What is immunoglobulin A (IgA)?

Immunoglobulin (IgA), also known as sigA, is an Antibody having to do with  the immune function of the Mucous Membranes, mainly in the respiratory and digestive tracts.

A deficiency may indicate allergies, asthma, or autoimmune issues.  People with deficiencies may end up with frequent infections of the sinus, lung, and digestive system.

There is no cure for an IgA deficiency.  Only treatment of the secondary problems it might cause.

What is immunoglobulin G (IgG)?

Immunoglobulin (IgG) is the part of blood plasma. IgG is the antibody that is found most abundantly in the body. It contains long term protective antibodies to prevent infections. These antibodies are produced immediately after exposure to a disease.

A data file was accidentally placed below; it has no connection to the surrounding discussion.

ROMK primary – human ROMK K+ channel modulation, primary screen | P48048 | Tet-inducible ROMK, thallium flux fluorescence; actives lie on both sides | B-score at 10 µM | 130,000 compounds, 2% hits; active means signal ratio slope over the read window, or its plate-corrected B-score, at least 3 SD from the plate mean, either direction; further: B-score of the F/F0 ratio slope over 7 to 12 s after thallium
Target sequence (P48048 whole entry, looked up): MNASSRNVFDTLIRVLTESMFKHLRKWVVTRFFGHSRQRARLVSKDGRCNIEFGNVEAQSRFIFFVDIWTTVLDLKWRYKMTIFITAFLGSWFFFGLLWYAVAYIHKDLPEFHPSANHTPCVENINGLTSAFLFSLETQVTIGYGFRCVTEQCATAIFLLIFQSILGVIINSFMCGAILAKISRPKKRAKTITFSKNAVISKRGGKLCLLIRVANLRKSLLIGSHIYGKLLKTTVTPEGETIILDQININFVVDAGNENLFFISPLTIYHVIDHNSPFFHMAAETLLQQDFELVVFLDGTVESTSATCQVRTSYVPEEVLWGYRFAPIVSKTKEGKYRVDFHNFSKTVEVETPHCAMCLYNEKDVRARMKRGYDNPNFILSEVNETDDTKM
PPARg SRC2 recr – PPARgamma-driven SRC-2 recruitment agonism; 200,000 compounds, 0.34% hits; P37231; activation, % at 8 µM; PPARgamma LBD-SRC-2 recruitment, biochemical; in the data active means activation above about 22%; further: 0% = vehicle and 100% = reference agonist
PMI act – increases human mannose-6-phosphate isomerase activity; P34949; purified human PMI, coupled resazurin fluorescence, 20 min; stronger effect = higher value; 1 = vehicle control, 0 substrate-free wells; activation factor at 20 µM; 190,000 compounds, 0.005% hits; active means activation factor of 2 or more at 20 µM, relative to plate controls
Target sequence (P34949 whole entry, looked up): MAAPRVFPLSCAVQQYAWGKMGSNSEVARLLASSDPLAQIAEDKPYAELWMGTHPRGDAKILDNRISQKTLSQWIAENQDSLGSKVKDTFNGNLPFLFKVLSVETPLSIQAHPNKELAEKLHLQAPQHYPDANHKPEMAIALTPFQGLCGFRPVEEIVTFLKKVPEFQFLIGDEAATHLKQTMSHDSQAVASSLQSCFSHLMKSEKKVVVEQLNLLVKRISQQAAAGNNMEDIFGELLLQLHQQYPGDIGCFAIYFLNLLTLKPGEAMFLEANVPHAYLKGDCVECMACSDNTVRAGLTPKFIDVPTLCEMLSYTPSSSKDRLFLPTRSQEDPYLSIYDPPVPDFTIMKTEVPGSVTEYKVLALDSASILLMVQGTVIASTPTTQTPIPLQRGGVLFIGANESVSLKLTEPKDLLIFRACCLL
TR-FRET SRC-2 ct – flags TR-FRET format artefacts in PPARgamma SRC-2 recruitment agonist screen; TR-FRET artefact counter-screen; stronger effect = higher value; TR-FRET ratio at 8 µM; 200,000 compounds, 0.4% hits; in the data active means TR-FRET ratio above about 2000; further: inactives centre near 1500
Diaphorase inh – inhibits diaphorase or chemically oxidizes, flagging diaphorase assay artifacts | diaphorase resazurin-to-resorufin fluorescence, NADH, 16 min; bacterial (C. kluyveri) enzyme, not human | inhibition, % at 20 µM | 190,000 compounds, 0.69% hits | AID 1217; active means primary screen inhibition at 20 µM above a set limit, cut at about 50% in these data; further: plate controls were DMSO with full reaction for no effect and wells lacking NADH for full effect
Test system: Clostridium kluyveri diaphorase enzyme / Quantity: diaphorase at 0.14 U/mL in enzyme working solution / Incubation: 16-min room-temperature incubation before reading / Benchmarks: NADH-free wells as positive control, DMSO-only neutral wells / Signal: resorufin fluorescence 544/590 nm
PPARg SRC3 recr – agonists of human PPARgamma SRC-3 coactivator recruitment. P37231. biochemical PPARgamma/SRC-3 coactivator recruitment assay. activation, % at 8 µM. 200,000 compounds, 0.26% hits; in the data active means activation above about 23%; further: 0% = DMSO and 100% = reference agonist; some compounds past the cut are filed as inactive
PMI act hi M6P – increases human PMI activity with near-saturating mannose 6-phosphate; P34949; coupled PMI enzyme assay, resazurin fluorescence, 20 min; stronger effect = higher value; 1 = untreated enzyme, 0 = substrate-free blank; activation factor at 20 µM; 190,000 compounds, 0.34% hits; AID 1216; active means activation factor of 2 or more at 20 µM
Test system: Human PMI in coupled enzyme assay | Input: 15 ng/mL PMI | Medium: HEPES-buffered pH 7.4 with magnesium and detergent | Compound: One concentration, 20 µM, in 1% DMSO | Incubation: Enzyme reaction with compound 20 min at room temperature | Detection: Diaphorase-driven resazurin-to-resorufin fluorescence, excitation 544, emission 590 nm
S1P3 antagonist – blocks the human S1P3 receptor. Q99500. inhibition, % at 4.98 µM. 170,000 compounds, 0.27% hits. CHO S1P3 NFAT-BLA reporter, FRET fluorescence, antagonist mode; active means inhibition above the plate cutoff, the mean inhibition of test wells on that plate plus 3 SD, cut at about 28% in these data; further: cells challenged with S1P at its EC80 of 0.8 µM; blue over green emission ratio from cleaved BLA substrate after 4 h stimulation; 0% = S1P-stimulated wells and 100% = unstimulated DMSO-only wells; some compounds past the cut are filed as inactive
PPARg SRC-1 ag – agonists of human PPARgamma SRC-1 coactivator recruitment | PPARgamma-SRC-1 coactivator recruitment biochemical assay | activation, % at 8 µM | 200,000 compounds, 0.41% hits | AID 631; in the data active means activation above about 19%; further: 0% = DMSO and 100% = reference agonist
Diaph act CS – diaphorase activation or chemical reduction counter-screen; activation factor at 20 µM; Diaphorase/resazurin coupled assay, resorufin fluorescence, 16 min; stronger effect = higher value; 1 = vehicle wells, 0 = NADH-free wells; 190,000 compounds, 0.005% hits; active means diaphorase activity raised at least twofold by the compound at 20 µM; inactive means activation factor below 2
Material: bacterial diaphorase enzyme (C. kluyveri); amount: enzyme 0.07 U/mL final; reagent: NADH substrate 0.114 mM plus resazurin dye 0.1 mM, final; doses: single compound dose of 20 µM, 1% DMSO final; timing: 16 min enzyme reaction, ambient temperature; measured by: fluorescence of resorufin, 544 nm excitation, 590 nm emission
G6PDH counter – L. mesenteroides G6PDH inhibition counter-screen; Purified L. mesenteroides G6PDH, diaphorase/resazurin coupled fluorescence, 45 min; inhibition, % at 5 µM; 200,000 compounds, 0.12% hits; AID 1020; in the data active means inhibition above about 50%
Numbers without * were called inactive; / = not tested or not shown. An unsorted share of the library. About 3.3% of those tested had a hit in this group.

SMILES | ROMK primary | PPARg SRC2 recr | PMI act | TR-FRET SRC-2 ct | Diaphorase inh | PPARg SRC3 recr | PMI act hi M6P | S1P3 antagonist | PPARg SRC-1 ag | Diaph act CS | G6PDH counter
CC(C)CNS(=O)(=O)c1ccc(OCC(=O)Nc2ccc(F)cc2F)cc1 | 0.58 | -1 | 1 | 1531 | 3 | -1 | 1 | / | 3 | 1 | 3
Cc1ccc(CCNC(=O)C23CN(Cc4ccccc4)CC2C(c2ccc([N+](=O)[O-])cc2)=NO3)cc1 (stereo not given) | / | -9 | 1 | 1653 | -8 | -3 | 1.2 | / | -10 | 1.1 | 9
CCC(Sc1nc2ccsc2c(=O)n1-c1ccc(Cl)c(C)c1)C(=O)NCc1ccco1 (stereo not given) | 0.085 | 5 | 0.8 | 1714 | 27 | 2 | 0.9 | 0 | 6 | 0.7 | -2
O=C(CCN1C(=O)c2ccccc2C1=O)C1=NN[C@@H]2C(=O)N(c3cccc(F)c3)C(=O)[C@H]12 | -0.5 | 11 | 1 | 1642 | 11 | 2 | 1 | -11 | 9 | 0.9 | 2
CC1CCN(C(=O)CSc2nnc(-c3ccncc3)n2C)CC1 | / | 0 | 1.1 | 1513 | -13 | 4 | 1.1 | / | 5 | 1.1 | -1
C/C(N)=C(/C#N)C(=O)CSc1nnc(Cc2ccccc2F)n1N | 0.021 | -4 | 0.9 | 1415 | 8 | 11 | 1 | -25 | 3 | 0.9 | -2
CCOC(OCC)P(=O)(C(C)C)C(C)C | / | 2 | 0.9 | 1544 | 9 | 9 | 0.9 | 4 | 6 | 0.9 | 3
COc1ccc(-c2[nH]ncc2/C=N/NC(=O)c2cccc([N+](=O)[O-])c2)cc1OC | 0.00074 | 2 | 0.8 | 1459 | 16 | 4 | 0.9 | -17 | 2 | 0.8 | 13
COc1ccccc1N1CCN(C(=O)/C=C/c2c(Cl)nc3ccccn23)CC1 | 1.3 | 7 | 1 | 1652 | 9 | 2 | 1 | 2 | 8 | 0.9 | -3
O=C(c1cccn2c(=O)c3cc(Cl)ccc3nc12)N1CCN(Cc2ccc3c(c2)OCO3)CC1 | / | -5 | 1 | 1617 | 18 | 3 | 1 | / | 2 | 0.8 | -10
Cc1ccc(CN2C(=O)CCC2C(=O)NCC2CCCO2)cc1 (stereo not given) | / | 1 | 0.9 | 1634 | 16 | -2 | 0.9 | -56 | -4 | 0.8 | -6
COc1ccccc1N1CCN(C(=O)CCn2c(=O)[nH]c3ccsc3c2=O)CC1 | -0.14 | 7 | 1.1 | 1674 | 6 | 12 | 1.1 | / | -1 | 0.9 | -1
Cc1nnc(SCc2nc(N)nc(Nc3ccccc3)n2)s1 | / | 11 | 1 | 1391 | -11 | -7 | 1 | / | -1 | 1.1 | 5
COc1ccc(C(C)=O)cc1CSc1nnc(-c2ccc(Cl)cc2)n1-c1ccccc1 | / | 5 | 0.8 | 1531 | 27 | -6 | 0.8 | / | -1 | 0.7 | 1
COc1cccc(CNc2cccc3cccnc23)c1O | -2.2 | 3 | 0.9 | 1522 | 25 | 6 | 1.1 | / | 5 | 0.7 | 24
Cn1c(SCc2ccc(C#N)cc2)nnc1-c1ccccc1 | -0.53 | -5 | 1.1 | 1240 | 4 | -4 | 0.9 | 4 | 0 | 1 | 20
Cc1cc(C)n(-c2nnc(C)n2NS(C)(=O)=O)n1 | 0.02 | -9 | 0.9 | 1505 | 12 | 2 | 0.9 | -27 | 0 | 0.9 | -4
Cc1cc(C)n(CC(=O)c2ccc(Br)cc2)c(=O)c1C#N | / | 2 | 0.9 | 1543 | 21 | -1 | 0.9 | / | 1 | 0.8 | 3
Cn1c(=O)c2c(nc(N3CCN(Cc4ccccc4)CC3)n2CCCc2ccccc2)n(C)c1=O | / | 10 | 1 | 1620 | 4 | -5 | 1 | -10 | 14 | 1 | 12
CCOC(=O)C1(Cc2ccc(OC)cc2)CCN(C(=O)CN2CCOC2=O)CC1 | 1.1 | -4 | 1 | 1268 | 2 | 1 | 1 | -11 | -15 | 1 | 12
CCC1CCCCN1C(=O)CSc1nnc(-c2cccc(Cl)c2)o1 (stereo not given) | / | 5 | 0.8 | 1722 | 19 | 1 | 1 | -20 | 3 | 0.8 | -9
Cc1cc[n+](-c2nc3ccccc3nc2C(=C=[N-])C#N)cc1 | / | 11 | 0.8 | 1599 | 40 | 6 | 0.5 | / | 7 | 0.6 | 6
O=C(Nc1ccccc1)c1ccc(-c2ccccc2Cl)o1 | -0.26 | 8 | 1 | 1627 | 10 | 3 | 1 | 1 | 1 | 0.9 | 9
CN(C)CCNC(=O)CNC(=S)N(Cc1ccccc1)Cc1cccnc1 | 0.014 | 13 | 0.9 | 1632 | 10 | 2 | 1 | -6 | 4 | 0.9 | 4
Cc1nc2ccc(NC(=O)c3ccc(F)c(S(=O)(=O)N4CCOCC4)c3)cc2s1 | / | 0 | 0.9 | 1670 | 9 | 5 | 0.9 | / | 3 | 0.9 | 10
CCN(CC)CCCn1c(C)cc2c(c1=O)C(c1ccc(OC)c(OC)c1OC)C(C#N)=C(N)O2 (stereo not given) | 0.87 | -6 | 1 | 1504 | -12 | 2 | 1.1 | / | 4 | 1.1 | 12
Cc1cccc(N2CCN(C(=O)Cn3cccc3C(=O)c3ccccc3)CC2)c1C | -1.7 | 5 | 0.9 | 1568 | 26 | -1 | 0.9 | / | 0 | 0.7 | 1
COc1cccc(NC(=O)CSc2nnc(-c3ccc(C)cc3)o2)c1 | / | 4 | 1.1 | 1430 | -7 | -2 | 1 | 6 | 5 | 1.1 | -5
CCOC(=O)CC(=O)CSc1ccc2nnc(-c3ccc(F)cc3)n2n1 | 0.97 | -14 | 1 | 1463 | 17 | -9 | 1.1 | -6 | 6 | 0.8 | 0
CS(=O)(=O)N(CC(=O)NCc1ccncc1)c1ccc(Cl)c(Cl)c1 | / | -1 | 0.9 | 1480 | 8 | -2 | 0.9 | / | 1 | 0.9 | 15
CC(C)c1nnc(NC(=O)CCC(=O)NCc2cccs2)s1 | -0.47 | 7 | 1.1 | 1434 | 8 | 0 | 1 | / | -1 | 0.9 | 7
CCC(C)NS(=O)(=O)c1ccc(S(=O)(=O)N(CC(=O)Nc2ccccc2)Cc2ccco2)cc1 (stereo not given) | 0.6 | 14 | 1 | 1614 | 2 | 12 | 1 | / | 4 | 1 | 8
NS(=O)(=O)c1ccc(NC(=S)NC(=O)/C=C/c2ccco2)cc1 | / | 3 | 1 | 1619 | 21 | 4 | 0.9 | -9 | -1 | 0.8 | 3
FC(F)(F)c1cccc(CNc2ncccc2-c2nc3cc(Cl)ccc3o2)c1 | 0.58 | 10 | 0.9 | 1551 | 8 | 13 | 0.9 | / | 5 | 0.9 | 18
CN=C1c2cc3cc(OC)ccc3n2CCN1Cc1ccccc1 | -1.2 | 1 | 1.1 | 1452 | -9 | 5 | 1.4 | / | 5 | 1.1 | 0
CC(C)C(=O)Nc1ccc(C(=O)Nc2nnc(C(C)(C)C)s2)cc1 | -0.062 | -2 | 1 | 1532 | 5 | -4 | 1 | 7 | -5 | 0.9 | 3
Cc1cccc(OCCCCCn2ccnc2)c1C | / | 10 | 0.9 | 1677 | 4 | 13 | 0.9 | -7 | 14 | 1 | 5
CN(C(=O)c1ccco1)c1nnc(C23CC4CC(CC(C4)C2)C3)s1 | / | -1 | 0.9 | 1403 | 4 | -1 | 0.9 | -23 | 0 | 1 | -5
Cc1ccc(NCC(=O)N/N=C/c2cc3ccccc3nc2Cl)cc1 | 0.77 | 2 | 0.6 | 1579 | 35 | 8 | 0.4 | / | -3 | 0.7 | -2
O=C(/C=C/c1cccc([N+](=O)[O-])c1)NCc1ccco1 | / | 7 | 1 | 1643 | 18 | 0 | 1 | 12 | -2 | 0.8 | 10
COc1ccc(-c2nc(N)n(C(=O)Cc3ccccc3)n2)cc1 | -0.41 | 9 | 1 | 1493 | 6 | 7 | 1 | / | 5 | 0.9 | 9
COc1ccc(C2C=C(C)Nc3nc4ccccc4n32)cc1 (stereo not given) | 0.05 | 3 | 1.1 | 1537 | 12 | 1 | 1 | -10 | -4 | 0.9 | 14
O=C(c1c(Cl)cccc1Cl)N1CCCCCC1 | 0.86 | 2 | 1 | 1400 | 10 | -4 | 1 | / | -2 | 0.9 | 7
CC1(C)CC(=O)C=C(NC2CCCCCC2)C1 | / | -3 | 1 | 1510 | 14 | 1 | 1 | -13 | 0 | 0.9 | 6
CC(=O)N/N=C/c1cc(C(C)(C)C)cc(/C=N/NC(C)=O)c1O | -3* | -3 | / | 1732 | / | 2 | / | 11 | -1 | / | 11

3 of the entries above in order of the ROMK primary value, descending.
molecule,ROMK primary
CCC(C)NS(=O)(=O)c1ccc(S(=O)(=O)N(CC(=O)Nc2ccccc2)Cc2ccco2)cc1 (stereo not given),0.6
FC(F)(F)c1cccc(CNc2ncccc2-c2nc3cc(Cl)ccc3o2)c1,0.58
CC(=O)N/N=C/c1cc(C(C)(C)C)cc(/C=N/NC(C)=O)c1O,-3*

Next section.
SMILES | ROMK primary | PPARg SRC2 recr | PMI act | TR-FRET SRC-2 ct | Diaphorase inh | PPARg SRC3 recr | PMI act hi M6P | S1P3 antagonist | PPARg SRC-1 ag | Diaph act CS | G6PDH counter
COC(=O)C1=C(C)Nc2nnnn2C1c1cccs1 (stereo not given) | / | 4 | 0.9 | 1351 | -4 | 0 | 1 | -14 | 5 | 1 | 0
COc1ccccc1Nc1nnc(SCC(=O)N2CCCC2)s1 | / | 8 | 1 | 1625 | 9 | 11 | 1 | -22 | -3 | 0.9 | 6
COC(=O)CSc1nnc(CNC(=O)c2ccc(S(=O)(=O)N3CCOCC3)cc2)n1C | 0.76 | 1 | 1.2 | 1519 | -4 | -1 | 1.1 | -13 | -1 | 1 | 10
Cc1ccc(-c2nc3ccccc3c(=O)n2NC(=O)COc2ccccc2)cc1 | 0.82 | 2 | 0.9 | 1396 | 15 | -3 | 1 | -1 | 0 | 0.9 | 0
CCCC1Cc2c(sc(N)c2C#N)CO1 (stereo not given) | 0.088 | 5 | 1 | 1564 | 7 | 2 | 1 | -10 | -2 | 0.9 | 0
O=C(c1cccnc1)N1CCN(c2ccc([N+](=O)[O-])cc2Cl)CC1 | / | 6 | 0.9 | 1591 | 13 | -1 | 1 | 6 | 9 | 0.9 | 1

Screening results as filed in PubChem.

Think of IgG as a long term indicator. Of something you were exposed to in the past.

IgG is often tested to see if a patient has immunity to a specific disease.

IgG therapy or IVIG, is a blood product derived from blood donors IgG.  It is an accumulation of IgG antibodies from multiple donors.

It is collected and given via IV, much like a blood transfusion. It is administered to patients that may be lacking needed protections to particular diseases.


What is immunoglobulin M (IgM)?

Immunoglobulin M (IgM) is mainly found in the lymph fluid and blood. IgM is the first protective antibody the body produces in an acute infection. IgM is a temporary antibody that disappears in two or three weeks, The IgM are then replaced by IgG to provide lifelong immunities.

Think of IgM as a short term indicator. Of something that is happening right now in the present.

IgM is often tested to see if the patient is dealing with a new exposure to a specific disease.

IgG and IgM are often tested together so your medical team can evaluate the functioning of your immune system.